I was saying how much I admire the American instinct to praise, publicly, those who give generously to good causes. Yes, there are risks: it can encourage pride, jealously, etc. But why is it that we would happily praise those who give their time in volunteering, or their wisdom in teaching, or their patience in suffering, or their good example in leading – but we feel there is something rather grubby about putting the spotlight on someone’s generosity in giving some of their hard-earned cash, even if it is making a huge difference to the lives of others? My friends didn’t agree – they thought if you are going to give in this way you should do it humbly and quietly, without drawing attention to yourself, and without others giving you special attention. Of course I can see the truth in that, I just think there is something we are missing here.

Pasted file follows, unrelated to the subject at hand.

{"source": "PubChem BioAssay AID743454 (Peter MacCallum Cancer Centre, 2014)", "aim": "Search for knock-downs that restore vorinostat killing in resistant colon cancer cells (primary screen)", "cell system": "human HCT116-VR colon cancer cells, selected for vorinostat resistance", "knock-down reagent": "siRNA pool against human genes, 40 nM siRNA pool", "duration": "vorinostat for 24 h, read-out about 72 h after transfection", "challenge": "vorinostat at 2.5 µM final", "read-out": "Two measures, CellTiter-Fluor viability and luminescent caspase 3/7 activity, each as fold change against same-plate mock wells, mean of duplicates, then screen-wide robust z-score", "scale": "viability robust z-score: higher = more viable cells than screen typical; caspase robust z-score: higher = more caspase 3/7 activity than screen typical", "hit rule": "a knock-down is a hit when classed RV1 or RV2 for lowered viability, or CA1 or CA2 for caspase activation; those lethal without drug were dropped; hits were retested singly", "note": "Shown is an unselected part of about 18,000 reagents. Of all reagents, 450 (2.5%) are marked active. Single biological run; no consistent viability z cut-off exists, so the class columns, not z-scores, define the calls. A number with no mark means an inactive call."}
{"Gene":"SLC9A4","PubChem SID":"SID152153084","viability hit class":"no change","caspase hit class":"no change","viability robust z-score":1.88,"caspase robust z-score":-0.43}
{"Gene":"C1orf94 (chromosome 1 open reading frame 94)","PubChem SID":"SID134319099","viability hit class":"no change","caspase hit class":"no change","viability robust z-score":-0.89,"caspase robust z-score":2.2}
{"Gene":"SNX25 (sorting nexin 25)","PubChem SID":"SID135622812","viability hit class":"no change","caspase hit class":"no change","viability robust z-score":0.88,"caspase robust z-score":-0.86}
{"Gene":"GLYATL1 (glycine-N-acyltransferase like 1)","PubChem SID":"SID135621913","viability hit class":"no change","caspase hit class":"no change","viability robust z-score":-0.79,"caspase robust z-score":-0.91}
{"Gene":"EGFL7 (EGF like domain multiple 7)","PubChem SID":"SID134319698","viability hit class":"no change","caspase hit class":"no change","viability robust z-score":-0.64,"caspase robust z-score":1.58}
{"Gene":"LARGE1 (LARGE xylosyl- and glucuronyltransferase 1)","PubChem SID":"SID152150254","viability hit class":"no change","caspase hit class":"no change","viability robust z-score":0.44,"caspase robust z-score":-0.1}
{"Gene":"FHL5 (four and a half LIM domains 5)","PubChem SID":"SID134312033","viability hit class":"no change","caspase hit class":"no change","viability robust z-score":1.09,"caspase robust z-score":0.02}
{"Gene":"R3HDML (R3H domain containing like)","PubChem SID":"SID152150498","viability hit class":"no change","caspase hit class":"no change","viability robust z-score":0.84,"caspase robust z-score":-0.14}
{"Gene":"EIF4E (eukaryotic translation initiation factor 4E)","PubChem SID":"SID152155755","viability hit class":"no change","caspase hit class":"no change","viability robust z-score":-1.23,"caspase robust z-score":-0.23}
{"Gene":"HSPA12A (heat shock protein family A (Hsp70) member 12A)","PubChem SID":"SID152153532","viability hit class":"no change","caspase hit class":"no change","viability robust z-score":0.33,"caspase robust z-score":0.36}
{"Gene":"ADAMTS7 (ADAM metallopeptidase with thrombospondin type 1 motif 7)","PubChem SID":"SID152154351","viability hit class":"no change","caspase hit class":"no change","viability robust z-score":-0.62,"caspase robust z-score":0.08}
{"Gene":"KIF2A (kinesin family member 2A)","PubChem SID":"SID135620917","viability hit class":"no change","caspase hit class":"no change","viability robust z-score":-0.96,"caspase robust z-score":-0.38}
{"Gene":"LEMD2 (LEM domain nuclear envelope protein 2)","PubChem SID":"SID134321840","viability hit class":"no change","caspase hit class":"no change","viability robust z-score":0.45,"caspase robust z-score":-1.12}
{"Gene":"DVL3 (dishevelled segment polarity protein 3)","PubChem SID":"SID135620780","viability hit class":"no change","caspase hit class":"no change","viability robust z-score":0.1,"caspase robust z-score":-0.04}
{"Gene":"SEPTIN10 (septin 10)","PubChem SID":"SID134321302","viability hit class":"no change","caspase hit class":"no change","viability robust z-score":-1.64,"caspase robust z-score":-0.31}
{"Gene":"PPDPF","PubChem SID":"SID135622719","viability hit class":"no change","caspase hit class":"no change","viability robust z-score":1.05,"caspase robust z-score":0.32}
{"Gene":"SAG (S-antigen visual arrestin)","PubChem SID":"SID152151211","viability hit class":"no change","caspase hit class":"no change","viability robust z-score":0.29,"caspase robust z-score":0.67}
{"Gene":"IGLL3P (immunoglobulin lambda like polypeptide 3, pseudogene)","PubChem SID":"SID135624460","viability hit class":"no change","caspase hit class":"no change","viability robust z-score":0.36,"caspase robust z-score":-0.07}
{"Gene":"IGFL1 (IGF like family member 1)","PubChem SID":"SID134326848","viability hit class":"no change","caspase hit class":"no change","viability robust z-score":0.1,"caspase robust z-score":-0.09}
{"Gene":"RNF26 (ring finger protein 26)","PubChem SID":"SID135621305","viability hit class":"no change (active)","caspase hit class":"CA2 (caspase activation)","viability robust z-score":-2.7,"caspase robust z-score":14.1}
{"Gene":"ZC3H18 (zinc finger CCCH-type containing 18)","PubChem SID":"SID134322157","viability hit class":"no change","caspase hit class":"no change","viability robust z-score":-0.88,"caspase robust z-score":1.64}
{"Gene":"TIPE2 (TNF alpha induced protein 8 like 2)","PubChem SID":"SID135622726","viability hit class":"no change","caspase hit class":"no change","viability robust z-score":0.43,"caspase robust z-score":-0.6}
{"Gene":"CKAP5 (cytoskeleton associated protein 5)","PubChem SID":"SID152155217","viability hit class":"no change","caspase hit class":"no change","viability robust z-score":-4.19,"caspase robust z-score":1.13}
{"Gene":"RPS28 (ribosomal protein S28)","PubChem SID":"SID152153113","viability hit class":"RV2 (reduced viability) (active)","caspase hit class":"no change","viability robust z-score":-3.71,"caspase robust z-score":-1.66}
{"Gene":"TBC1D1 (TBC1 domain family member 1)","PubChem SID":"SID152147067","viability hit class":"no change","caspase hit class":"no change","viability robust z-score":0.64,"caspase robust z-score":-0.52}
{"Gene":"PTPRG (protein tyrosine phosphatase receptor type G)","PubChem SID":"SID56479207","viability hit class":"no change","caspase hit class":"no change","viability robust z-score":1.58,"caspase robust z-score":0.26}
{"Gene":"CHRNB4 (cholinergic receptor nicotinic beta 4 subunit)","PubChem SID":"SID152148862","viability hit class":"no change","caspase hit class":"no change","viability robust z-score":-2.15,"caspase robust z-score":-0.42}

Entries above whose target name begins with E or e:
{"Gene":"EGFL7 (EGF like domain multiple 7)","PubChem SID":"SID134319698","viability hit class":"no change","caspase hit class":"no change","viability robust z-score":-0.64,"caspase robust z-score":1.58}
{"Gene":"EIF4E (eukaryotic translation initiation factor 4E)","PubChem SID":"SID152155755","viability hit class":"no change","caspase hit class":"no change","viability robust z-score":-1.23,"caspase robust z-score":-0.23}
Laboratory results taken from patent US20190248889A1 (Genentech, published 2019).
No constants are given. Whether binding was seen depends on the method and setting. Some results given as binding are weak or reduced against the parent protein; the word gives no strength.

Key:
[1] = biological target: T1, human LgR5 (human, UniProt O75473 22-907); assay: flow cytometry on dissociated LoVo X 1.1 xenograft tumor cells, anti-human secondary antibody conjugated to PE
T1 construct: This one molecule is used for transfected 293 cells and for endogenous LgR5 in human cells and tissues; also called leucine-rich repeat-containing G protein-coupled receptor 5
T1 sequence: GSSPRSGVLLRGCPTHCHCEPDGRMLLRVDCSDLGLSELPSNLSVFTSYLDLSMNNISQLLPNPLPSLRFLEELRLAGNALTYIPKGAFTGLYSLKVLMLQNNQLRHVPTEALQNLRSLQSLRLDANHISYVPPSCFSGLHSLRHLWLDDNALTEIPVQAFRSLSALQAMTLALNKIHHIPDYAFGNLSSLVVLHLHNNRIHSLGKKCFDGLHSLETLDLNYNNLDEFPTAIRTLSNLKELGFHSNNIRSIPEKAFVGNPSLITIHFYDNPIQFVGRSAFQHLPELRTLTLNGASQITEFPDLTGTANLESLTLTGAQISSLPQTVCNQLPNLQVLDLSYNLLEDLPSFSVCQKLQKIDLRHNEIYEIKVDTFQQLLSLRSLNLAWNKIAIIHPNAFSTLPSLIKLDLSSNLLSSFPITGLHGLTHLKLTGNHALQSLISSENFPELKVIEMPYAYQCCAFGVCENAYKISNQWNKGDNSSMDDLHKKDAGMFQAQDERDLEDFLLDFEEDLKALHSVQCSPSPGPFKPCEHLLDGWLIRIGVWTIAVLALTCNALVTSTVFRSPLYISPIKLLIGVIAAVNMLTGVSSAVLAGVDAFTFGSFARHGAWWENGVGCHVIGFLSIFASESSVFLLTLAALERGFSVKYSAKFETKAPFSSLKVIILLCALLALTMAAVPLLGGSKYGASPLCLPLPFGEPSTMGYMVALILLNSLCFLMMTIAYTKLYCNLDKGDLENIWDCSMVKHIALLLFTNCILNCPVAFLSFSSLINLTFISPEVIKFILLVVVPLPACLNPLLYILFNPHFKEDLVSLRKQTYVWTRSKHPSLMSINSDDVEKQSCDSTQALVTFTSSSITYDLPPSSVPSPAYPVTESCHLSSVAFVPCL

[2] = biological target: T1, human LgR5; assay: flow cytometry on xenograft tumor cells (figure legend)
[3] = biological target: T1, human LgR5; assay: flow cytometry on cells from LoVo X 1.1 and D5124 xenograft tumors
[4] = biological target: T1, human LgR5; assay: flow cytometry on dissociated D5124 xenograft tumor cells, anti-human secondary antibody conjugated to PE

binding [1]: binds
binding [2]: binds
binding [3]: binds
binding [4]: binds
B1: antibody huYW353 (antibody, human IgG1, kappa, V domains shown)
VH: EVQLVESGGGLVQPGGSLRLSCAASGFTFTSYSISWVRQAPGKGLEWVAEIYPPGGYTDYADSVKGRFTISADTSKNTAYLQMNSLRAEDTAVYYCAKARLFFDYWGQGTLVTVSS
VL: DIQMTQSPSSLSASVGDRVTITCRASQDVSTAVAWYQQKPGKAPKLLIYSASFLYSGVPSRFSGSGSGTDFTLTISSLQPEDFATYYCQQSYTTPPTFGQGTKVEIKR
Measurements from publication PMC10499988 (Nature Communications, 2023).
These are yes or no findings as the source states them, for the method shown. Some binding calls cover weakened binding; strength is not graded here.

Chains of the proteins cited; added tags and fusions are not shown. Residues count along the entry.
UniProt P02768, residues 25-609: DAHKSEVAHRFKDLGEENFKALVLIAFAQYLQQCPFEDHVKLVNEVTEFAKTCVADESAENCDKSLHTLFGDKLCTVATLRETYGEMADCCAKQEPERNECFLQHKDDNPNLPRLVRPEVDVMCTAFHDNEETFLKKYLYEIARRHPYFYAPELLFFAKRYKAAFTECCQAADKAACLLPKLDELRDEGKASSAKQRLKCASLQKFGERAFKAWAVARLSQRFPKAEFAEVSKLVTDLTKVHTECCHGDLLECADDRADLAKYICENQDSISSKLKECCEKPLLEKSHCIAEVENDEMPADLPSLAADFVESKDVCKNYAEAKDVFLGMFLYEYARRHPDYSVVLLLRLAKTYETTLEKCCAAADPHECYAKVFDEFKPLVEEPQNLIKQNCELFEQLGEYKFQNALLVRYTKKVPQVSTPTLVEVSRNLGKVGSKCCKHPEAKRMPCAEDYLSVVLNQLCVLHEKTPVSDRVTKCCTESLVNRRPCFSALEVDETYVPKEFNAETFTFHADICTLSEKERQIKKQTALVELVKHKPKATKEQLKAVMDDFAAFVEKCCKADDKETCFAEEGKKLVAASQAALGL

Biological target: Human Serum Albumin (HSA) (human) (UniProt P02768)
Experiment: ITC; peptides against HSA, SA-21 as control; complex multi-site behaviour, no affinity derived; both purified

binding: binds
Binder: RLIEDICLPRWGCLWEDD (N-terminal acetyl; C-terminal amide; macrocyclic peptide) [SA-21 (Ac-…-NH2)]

These are just some of the questions that came up over coffee yesterday morning! Now I must work out what to do myself, and write the email appeal.

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Don’t worry, this is not going to be a xenophobic rant. I had supper with a German friend at the weekend, who has lived in France for many years, and has just spent a few weeks in London improving her English.

We got onto the difference between the French and the English, and it was interesting having her fairly objective viewpoint as someone who has lived in both countries as an outsider.